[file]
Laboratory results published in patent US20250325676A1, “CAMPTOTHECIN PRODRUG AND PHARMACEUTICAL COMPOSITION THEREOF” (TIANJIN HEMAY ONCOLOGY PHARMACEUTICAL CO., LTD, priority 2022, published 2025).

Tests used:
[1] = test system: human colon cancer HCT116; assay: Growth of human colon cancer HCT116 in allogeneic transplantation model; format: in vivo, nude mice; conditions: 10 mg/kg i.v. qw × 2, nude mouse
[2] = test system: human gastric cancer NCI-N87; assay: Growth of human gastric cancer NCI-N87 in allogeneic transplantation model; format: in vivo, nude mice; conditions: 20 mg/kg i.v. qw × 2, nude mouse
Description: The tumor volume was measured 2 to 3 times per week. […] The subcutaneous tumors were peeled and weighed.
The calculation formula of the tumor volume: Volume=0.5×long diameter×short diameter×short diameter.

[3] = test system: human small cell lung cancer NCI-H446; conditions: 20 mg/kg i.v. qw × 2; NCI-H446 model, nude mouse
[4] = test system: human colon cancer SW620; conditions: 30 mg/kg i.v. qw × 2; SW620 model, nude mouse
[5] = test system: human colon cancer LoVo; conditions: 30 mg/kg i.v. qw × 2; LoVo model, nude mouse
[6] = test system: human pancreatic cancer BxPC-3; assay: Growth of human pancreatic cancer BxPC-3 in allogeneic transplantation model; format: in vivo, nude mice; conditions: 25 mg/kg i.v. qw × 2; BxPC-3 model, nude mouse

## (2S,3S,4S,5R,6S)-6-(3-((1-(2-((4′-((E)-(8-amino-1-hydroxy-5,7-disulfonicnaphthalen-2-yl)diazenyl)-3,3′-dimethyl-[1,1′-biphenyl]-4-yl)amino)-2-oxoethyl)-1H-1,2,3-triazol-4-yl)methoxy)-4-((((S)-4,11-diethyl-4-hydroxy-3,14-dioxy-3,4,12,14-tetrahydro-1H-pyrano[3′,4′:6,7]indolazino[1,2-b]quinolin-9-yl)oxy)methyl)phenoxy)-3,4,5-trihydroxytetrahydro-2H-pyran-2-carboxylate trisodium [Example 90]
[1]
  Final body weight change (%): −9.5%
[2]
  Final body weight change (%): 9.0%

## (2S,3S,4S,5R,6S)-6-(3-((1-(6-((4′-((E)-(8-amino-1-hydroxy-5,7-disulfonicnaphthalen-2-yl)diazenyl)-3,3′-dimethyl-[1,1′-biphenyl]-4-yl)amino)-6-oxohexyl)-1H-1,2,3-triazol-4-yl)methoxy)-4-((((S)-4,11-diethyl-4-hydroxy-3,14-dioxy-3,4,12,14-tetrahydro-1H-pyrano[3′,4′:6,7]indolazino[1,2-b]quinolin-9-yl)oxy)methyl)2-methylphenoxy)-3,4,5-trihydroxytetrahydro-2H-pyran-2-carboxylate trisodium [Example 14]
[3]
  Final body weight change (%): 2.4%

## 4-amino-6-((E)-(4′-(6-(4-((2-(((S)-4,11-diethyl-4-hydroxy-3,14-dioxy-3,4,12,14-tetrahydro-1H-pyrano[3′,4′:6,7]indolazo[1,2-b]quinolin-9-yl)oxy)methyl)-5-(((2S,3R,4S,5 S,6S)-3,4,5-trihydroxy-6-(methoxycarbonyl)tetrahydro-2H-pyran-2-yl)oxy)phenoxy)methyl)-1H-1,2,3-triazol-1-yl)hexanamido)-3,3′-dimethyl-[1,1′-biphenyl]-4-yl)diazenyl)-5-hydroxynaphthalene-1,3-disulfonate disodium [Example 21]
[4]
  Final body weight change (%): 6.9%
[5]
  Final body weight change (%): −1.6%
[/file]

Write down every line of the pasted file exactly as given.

Laboratory results published in patent US20250325676A1, “CAMPTOTHECIN PRODRUG AND PHARMACEUTICAL COMPOSITION THEREOF” (TIANJIN HEMAY ONCOLOGY PHARMACEUTICAL CO., LTD, priority 2022, published 2025).

Tests used:
[1] = test system: human colon cancer HCT116; assay: Growth of human colon cancer HCT116 in allogeneic transplantation model; format: in vivo, nude mice; conditions: 10 mg/kg i.v. qw × 2, nude mouse
[2] = test system: human gastric cancer NCI-N87; assay: Growth of human gastric cancer NCI-N87 in allogeneic transplantation model; format: in vivo, nude mice; conditions: 20 mg/kg i.v. qw × 2, nude mouse
Description: The tumor volume was measured 2 to 3 times per week. […] The subcutaneous tumors were peeled and weighed.
The calculation formula of the tumor volume: Volume=0.5×long diameter×short diameter×short diameter.

[3] = test system: human small cell lung cancer NCI-H446; conditions: 20 mg/kg i.v. qw × 2; NCI-H446 model, nude mouse
[4] = test system: human colon cancer SW620; conditions: 30 mg/kg i.v. qw × 2; SW620 model, nude mouse
[5] = test system: human colon cancer LoVo; conditions: 30 mg/kg i.v. qw × 2; LoVo model, nude mouse
[6] = test system: human pancreatic cancer BxPC-3; assay: Growth of human pancreatic cancer BxPC-3 in allogeneic transplantation model; format: in vivo, nude mice; conditions: 25 mg/kg i.v. qw × 2; BxPC-3 model, nude mouse

## (2S,3S,4S,5R,6S)-6-(3-((1-(2-((4′-((E)-(8-amino-1-hydroxy-5,7-disulfonicnaphthalen-2-yl)diazenyl)-3,3′-dimethyl-[1,1′-biphenyl]-4-yl)amino)-2-oxoethyl)-1H-1,2,3-triazol-4-yl)methoxy)-4-((((S)-4,11-diethyl-4-hydroxy-3,14-dioxy-3,4,12,14-tetrahydro-1H-pyrano[3′,4′:6,7]indolazino[1,2-b]quinolin-9-yl)oxy)methyl)phenoxy)-3,4,5-trihydroxytetrahydro-2H-pyran-2-carboxylate trisodium [Example 90]
[1]
  Final body weight change (%): −9.5%
[2]
  Final body weight change (%): 9.0%

## (2S,3S,4S,5R,6S)-6-(3-((1-(6-((4′-((E)-(8-amino-1-hydroxy-5,7-disulfonicnaphthalen-2-yl)diazenyl)-3,3′-dimethyl-[1,1′-biphenyl]-4-yl)amino)-6-oxohexyl)-1H-1,2,3-triazol-4-yl)methoxy)-4-((((S)-4,11-diethyl-4-hydroxy-3,14-dioxy-3,4,12,14-tetrahydro-1H-pyrano[3′,4′:6,7]indolazino[1,2-b]quinolin-9-yl)oxy)methyl)2-methylphenoxy)-3,4,5-trihydroxytetrahydro-2H-pyran-2-carboxylate trisodium [Example 14]
[3]
  Final body weight change (%): 2.4%

## 4-amino-6-((E)-(4′-(6-(4-((2-(((S)-4,11-diethyl-4-hydroxy-3,14-dioxy-3,4,12,14-tetrahydro-1H-pyrano[3′,4′:6,7]indolazo[1,2-b]quinolin-9-yl)oxy)methyl)-5-(((2S,3R,4S,5 S,6S)-3,4,5-trihydroxy-6-(methoxycarbonyl)tetrahydro-2H-pyran-2-yl)oxy)phenoxy)methyl)-1H-1,2,3-triazol-1-yl)hexanamido)-3,3′-dimethyl-[1,1′-biphenyl]-4-yl)diazenyl)-5-hydroxynaphthalene-1,3-disulfonate disodium [Example 21]
[4]
  Final body weight change (%): 6.9%
[5]
  Final body weight change (%): −1.6%